Six Months Gone: 1984 Dodge Shelby Charger – Sold?
October 18th Update – The latest listing for this ’84 Dodge Shelby Charger recently expired, so while we’re currently calling this car “Sold”, based on the seller’s past history we will continue keeping an eye out for a fresh ad. This one may have got away, but if you have your heart set on something similar, email us the details of what you’re looking for or call Rudy directly at (908)295-7330.
September 20th Update – Preparing for our latest Malaise Monday feature, we came across a fresh listing for this 1984 Dodge Shelby Charger we first featured way back in March 9th. While the pictures remain the same, the private seller revised his description and lowered his price by $600 to $5,200.
Carroll Shelby made a name for himself by making production cars go faster and handle better. The Santa Fe Blue with silver skunk strip 1984 Dodge Shelby Charger currently recently listed on Craigslist in Lancaster, Pennsylvania isn’t exactly one of them. Making do with a non-turbo 2.2-liter engine and automatic transmission, this example merely looks that part of the better car that would be made available one year later. No asking $5,200, a quick check of the NADA Guides Classic Car Valuation Tool confirms this private seller has his special charger priced towards the higher end of the “Low”, “Average”, and “High” retail value range of $2,475, $5,550, and $6,375, respectively.
For 1983, Carroll Shelby modified the Dodge Charger, to be sold at Dodge dealers as the Dodge Shelby Charger. Rather than focusing on speed, Shelby modified the suspension and styling. The engine compression was raised for 107 hp (80 kW), and the manual transmission had revised ratios. Shorter springs, special wheels, and tires complemented stronger brakes and a quicker, 14:1, power steering rack. Outside, a new nose and racing stripes accented the performance image. received a free-flowing exhaust system, making for a more aggressive sound. The body kits, among other parts, were often shipped to dealerships along with the car to be put on after delivery. The reasoning behind this varied but was said to speed delivery and compensate for ground clearance issues that the cars faced on many car carriers. Production was 8,251 for that first year.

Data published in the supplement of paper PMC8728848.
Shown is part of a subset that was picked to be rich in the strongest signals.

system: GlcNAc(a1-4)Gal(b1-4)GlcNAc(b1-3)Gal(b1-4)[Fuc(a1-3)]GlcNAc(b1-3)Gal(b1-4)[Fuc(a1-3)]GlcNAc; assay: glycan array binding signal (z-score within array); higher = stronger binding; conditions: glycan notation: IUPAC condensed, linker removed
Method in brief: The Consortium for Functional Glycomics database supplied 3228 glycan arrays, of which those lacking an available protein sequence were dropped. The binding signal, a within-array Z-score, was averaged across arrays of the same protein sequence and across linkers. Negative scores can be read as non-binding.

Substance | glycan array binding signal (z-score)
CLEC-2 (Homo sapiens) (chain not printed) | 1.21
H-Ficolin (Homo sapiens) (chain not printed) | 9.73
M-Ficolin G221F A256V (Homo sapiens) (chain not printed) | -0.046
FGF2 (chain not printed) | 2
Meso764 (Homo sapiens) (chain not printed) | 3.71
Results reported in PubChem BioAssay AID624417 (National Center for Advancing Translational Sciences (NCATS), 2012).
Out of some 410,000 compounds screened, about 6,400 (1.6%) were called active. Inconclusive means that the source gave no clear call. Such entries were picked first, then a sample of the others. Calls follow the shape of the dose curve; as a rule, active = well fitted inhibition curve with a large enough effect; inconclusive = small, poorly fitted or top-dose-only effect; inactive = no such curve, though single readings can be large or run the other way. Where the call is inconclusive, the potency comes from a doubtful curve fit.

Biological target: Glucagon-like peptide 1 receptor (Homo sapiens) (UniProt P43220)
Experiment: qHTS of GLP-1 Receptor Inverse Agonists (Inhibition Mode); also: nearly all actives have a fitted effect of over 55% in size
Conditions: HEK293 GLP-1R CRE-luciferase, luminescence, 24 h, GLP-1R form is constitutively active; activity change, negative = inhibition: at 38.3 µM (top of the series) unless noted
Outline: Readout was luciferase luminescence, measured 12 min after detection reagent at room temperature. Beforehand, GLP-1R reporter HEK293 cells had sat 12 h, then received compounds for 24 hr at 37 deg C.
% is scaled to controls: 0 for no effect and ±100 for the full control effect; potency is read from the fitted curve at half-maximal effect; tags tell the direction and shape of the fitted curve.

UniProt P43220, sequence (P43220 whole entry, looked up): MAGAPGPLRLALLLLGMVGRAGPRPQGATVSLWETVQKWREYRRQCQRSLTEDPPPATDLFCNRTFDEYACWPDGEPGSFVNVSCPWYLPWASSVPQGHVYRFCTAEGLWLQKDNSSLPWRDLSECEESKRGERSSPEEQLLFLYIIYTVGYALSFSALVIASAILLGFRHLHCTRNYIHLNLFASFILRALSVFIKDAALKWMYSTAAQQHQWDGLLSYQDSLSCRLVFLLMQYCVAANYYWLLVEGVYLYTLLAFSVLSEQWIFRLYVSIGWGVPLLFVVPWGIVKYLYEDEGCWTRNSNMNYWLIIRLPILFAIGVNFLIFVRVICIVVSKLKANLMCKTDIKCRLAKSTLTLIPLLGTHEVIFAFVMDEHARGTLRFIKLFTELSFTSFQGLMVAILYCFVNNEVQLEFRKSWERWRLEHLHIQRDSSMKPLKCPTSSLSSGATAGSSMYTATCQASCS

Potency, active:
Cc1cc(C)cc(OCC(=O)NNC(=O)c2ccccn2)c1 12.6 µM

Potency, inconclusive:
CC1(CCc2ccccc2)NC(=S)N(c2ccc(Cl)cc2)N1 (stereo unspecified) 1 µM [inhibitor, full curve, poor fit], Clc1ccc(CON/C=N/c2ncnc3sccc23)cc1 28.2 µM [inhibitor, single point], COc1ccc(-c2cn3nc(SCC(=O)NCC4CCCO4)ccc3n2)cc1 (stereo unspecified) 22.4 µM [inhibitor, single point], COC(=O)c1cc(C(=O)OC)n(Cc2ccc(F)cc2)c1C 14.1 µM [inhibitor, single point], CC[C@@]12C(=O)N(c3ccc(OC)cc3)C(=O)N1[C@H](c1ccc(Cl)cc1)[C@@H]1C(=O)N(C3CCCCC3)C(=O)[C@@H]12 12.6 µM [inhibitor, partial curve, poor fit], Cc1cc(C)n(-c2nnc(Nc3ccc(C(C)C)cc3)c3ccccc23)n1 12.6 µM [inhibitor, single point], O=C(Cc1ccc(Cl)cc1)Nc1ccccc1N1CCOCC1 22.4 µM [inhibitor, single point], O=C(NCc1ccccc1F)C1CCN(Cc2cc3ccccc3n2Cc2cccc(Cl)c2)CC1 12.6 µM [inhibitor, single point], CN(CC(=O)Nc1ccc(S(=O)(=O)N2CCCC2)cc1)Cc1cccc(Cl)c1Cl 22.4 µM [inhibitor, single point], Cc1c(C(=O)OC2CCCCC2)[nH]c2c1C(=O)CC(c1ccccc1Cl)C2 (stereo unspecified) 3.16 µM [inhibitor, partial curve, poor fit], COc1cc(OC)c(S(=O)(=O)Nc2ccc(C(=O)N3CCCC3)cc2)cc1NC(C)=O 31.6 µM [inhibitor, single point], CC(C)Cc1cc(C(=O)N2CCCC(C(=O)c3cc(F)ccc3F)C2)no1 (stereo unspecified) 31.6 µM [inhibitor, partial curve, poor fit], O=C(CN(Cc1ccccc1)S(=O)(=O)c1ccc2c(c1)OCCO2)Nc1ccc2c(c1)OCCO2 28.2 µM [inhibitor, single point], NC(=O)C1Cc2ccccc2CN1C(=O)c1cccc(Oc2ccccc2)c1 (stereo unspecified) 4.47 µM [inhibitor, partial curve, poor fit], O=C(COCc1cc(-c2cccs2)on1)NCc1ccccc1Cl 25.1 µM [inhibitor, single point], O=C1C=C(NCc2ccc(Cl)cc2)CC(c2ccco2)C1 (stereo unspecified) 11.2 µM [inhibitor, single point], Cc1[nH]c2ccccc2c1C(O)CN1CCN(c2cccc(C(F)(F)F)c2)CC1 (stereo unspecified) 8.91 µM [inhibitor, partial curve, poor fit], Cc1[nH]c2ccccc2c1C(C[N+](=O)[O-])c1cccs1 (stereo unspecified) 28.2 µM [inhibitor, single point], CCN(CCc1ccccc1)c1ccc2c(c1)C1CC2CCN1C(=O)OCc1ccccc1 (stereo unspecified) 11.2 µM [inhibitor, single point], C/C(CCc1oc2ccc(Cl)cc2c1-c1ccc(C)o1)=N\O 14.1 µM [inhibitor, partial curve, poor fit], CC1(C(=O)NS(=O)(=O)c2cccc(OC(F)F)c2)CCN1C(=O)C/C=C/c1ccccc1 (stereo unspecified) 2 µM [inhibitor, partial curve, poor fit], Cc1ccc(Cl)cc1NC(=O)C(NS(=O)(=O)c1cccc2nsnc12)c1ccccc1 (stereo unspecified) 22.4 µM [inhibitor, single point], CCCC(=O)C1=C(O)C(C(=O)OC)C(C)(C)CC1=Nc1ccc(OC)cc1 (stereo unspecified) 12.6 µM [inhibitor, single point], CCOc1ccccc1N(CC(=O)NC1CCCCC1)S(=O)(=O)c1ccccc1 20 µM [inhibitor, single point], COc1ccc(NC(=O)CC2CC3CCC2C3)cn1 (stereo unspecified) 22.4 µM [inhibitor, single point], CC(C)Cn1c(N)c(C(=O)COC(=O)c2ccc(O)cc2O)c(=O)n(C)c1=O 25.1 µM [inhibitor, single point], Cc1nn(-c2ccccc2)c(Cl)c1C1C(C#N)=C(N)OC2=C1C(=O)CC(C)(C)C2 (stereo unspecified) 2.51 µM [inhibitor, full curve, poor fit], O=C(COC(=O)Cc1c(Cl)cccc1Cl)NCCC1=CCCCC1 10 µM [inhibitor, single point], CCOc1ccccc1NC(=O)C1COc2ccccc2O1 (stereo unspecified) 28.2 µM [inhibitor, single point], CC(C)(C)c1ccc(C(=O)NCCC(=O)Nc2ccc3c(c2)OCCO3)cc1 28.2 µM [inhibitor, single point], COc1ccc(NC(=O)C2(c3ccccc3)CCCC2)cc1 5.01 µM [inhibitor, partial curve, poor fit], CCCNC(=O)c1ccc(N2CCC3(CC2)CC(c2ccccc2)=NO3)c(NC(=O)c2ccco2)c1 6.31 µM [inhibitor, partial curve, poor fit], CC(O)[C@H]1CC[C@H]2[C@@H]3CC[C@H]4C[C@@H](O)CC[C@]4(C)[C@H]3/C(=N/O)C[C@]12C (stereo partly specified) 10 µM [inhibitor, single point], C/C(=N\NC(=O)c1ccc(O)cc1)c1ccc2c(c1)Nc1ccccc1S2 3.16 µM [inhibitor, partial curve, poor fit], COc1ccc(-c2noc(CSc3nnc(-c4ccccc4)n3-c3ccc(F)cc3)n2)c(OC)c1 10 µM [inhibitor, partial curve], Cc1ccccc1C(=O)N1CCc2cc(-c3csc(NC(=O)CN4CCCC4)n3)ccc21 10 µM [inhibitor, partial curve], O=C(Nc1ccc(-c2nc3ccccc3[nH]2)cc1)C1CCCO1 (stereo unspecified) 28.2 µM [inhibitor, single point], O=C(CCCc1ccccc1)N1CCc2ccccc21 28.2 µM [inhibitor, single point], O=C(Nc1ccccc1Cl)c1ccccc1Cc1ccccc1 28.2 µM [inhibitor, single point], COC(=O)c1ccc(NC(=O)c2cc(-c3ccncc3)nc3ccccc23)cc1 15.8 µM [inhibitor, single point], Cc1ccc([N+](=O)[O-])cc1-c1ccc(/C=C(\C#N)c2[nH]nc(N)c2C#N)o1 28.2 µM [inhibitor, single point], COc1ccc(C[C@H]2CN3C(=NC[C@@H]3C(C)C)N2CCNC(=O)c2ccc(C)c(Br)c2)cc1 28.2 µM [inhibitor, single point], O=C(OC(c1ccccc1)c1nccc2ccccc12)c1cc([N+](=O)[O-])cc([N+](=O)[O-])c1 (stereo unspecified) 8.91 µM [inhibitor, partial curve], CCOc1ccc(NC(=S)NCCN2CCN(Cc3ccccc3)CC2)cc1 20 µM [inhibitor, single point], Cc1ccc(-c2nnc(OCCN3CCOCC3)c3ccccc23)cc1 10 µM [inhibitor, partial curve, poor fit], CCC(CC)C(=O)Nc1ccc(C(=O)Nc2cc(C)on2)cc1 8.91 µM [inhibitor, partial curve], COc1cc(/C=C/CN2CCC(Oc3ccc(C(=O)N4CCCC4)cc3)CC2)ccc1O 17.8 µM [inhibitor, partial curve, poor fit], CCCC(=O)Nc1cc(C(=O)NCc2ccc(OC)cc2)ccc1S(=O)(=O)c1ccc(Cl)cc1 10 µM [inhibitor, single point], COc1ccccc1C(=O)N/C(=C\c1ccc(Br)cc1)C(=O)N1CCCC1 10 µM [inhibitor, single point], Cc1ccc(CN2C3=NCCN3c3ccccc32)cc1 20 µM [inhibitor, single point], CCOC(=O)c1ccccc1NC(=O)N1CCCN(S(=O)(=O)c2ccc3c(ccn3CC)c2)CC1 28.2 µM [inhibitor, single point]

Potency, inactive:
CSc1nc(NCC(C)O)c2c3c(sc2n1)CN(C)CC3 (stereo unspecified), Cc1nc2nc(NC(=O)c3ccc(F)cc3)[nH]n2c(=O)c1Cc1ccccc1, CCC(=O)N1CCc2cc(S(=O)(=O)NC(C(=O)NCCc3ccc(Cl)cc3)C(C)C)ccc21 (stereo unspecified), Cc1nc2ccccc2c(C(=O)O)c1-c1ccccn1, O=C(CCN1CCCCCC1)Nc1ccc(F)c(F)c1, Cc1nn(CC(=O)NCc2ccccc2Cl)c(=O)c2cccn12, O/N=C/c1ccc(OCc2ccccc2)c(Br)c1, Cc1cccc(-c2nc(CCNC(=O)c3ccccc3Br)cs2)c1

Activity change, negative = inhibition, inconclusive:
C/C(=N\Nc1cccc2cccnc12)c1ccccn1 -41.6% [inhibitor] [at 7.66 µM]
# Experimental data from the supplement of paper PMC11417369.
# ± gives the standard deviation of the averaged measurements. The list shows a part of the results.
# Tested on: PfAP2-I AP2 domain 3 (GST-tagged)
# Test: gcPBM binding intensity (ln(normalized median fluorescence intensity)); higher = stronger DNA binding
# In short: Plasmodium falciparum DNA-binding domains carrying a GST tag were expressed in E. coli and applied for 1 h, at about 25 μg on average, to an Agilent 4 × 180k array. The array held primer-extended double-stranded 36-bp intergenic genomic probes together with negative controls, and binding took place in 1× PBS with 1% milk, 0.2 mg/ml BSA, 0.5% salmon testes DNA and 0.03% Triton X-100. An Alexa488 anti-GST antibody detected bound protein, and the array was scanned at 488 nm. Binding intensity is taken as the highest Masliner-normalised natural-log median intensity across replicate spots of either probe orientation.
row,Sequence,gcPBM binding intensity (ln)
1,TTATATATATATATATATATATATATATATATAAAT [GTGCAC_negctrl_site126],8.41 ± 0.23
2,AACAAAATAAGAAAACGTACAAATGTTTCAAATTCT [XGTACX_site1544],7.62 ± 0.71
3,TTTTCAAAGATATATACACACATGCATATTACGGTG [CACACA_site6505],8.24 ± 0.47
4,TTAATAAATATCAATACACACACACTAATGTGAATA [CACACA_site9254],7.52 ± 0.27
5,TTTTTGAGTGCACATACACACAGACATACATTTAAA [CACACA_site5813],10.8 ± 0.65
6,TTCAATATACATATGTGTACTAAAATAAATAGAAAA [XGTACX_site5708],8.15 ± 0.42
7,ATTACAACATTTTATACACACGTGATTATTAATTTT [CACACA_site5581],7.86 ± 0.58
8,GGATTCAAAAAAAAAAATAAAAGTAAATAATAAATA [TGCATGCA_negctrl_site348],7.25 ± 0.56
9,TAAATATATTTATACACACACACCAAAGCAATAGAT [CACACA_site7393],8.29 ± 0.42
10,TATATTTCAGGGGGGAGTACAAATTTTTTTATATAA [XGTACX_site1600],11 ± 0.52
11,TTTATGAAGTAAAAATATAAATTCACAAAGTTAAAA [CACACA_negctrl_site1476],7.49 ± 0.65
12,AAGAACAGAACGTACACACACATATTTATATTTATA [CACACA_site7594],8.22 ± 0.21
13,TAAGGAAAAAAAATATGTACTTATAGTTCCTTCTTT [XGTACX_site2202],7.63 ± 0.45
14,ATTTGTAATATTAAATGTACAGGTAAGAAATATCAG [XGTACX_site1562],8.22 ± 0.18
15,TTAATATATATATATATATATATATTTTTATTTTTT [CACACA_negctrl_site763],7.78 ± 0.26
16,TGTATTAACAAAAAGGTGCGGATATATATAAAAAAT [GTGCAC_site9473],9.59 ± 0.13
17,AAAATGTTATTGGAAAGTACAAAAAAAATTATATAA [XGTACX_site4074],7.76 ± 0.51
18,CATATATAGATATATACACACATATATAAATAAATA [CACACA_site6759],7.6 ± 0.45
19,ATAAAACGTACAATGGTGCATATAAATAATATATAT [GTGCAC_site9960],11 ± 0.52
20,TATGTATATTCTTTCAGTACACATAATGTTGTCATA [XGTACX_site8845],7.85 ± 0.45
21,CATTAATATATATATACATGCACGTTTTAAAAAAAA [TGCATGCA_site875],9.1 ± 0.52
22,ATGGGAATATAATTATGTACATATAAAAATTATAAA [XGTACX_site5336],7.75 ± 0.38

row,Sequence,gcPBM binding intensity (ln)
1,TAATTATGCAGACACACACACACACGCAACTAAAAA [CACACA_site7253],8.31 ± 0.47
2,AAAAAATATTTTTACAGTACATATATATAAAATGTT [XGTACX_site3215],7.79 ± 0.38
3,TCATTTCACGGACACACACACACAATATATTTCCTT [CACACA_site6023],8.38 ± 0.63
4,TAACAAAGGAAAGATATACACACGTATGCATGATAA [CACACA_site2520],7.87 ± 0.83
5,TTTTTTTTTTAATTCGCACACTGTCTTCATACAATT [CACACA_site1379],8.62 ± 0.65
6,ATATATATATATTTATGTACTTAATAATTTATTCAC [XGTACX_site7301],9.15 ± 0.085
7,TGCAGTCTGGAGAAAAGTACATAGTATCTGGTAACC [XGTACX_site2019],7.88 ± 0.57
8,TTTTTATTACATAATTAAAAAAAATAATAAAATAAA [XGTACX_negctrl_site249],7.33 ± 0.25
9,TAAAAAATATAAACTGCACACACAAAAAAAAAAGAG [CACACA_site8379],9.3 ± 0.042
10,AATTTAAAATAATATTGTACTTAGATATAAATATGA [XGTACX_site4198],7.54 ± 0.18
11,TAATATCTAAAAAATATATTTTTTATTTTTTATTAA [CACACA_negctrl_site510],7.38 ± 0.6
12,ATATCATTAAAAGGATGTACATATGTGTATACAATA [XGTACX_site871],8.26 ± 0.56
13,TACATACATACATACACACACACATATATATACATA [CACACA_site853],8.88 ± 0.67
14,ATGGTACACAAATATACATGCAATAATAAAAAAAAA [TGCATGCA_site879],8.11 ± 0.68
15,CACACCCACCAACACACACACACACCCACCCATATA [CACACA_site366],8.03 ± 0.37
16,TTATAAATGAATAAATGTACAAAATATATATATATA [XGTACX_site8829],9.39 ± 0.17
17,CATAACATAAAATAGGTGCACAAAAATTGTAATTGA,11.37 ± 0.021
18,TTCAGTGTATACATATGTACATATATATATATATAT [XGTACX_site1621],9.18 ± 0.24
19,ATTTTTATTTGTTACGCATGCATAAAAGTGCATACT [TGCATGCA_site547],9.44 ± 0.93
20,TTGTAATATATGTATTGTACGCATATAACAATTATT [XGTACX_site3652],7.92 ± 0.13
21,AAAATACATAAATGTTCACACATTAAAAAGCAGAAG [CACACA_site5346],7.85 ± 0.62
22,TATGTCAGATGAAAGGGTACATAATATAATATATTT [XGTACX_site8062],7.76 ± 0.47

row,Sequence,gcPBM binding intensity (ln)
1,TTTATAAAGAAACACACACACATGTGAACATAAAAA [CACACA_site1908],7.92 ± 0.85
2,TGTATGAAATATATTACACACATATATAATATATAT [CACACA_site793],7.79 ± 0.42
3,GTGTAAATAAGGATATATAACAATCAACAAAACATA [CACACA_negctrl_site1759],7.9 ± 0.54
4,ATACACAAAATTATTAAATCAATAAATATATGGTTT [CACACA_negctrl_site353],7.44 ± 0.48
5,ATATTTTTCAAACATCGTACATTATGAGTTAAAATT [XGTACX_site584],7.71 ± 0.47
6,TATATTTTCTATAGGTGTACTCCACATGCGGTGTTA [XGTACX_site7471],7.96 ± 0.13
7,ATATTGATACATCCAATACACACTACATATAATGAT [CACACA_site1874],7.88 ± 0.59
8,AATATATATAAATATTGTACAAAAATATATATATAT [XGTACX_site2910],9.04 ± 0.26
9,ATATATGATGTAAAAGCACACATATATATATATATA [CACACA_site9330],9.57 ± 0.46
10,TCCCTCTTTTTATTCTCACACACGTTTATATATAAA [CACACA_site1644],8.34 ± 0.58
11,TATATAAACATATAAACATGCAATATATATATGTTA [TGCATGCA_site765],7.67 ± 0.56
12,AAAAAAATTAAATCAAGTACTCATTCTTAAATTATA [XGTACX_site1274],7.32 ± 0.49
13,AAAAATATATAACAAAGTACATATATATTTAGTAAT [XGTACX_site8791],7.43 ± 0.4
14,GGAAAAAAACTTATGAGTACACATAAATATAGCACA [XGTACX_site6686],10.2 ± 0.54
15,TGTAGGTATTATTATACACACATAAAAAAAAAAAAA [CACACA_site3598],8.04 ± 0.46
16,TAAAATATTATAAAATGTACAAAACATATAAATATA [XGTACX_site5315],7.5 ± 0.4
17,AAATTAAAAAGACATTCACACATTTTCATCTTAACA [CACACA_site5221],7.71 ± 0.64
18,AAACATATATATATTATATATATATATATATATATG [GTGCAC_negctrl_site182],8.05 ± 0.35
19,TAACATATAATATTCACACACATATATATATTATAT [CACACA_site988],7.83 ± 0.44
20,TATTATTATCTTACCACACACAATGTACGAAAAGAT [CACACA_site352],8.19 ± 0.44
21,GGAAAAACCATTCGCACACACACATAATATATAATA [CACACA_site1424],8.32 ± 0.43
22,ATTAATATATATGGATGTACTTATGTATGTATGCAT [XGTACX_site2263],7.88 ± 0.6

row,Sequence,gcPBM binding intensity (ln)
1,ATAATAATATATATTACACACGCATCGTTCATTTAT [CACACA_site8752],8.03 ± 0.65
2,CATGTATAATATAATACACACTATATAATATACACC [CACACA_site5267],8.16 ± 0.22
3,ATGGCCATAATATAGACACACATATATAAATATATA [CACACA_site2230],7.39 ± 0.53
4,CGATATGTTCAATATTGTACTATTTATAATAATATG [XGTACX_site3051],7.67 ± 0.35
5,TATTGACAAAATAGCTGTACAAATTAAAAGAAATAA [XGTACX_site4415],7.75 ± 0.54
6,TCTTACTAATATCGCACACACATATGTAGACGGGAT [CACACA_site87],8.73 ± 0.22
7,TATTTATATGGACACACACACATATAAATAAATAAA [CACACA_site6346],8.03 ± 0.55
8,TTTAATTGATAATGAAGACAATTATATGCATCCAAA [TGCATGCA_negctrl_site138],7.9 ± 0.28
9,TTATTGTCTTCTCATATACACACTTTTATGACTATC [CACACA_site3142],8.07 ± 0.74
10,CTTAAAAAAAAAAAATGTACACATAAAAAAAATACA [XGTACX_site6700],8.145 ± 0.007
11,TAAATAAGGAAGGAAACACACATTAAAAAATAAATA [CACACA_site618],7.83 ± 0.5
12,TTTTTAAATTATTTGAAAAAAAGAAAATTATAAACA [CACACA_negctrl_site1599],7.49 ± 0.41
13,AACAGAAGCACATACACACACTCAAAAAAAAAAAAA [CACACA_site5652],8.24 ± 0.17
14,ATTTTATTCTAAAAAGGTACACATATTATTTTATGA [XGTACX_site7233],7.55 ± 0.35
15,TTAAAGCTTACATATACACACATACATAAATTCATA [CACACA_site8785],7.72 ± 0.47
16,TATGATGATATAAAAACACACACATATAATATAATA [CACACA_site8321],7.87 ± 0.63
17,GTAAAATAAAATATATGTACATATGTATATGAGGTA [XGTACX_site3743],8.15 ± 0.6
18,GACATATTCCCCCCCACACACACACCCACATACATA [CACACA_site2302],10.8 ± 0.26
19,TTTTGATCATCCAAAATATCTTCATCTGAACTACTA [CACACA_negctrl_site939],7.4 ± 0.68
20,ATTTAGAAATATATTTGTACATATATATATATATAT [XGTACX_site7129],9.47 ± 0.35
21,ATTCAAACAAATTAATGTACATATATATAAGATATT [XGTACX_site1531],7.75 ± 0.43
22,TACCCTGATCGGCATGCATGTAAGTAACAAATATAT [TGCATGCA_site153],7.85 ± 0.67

For 1984, the Shelby Charger could be ordered with an optional automatic transmission. There were 7,552 Shelby Chargers sold this model year. The high-output engine (now up to 110 hp (82 kW)) was also available in baseline Chargers and Turismos. These vehicles came in “Charger 2.2” and “Turismo 2.2” schemes, which included Shelby Charger side ground effects, an additional, skinnier, front ground effect (different from the Shelby Charger’s due to the quad-headlight fascia), “2.2” decals, and an optional hood scoop.
Here’s a Dodge commercial from 1984 featuring none other than Carroll Shelby himself showing the Dodge Shelby performance line-up for that model year:
If you want a RADwood eligible car on the cheap that looks the part of a Shelby Charger, this appears to be a decent example you can drive while your budget and time allow you to make improvements. With just under 75K original miles, the body appears to be straight and the paint is still shiny with the only obvious flaw in the door seller photograph and a worn hood pinstripe. The black trim around the windows is in need of re-anodizing and as the seller states, some of the interior trim pieces need to be sourced and updated. This could be a fun entry-level collector car that returns great gas mileage while providing the practicality of a hatchback. Good luck with the purchase!
Here’s the seller’s description:
“1984 Dodge Charger Shelby in good condition. This is a fun little car with lots of retro charm. It has a carbonated 4 cylinder with an automatic transmission. Body is in good condition with hardly any rust. Underneath is solid as well. Engine runs well and transmission shifts smoothly. RPM gauge and some of the other dashboard gauges do not work, but the speedometer and gas gauge work fine. Interior in decent condition as well. Seats are all intact. A few of the plastic dashboard pieces could be replaced, but otherwise pretty solid. Some weather stripping along the windows needs replaced as well due to dry-rot.
Inspected until June 2020.
$5,800 OBO. Please do not point out every little flaw of the vehicle. It’s pretty darn good for 36 years old. Not many of these cars still around.“
Do you have a Dodge Shelby Charger story you’d like to share? Comment below and let us know!